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ARTICLE: SatNav for beginners


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Location : Sheffield, UK

ARTICLE: SatNav for beginners Empty ARTICLE: SatNav for beginners

Post by spitonyourgrave22 on Sat 30 Oct 2010, 4:28 pm

Submitted by Fr33flow

SatNav, or GPS, is widely available for bikes as well as cars now, and waterproof units [essential for UK riding] are retailing around the £200 mark. The well-publicised errors in directions that units can give certainly happen, but this is to do with the programmers of the direction finding software rather than the navigation system itself.

The receiver in modern Sat Nav systems measures 15 x 17mm

So, how does the system work? The unit fitted to a vehicle doesn’t actually transmit anything to the satellite system, but just listens for the positioning data. The data the satellites transmit consists of three parts that take 30 seconds to send, and are continually repeated. The first part is a time signal from the highly accurate atomic clock onboard each satellite and takes six seconds to transmit.

This alone cannot locate the user, so the second part of the signal, taking 12 seconds to transmit is the ephermeris, which details the satellites orbit, and hence distance from the receiver.

The final 12 seconds broadcast an almanac, which tells the receiving unit which satellites will be above the horizon in the future. It is the almanac of the signal that older units couldn’t detect leading to long detection times on starting up the unit as it searched for signals from the orbiting satellites.

The receiver needs signals from three satellites to accurately find its location. Why three and not just one, if each satellite broadcasts a time signal and it’s position in the sky? From one satellite, the time signal and distance information will place the receiver somewhere on a circle on the Earth’s surface. This is because the signal will reach the same point on the circle from an orbiting satellite at exactly the same time, as shown in figure 1.

Fig 1, single satellite transmission describes a circle on the Earth’s surface.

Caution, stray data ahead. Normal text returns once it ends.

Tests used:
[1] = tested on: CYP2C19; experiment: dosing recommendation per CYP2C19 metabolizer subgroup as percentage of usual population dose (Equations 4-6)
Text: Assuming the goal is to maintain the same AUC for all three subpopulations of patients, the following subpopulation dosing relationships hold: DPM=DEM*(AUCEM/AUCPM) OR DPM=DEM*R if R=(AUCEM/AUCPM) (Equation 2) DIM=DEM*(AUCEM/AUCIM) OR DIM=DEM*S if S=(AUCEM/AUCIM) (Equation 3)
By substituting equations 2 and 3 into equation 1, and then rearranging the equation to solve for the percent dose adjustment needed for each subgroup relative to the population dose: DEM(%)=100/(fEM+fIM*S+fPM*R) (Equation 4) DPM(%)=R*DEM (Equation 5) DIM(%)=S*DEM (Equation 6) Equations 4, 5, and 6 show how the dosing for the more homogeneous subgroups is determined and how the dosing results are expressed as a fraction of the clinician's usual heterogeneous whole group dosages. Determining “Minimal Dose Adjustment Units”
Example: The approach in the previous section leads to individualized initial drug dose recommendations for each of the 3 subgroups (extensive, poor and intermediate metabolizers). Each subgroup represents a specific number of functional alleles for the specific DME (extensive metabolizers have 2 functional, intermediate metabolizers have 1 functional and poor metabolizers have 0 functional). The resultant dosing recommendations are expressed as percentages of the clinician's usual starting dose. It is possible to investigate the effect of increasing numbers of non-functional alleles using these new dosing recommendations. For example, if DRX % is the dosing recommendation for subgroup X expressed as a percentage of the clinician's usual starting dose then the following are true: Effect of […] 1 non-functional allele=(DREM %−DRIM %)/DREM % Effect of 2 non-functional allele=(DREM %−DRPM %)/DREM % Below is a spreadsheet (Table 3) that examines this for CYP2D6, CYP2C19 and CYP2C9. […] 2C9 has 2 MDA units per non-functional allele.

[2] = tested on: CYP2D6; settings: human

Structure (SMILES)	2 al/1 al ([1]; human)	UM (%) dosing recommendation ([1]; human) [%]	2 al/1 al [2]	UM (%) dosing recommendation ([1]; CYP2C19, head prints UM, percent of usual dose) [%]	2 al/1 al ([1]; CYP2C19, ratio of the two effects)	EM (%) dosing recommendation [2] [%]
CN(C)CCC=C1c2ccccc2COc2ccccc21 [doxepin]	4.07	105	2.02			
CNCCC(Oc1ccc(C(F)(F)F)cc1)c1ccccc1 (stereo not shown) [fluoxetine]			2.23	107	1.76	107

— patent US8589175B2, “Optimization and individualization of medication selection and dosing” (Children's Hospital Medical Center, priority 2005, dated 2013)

With a second satellite giving the same time and position data, another circle can be drawn that will locate the user to one of two points where the circles overlap, as can be seen in figure 2, the user could be at either of the points arrowed.

Figure 2, with two satellites the user can be in one of two positions.

When the third satellite that the receiver looks for is added to the existing two signals a third circle is produced that intersects one of the two overlaps from the first two satellites, as can be seen in fig 3.

Fig 3, a three satellite system.

It can be seen that the three circles do not overlap neatly. This is the cause of the inaccuracies within the GPS system. The reason that the circles don’t meet at an exact point is that the radio signals from the satellite system are subject to interference from atmospheric effects, the environment where the user is that may block a view of the sky or bounce signals sent from the satellite off adjacent buildings, and even the speed of the satellite relative to the receiving station.

Most newer GPS systems will look for signals from at least four satellites, and more if they are above the horizon. ‘Horizon’ in this case does not just mean the Earth’s own horizon, but takes into account structures and trees that can block the signals. Accuracy for GPS is usually within 10m, and on a good day can be to the nearest foot.

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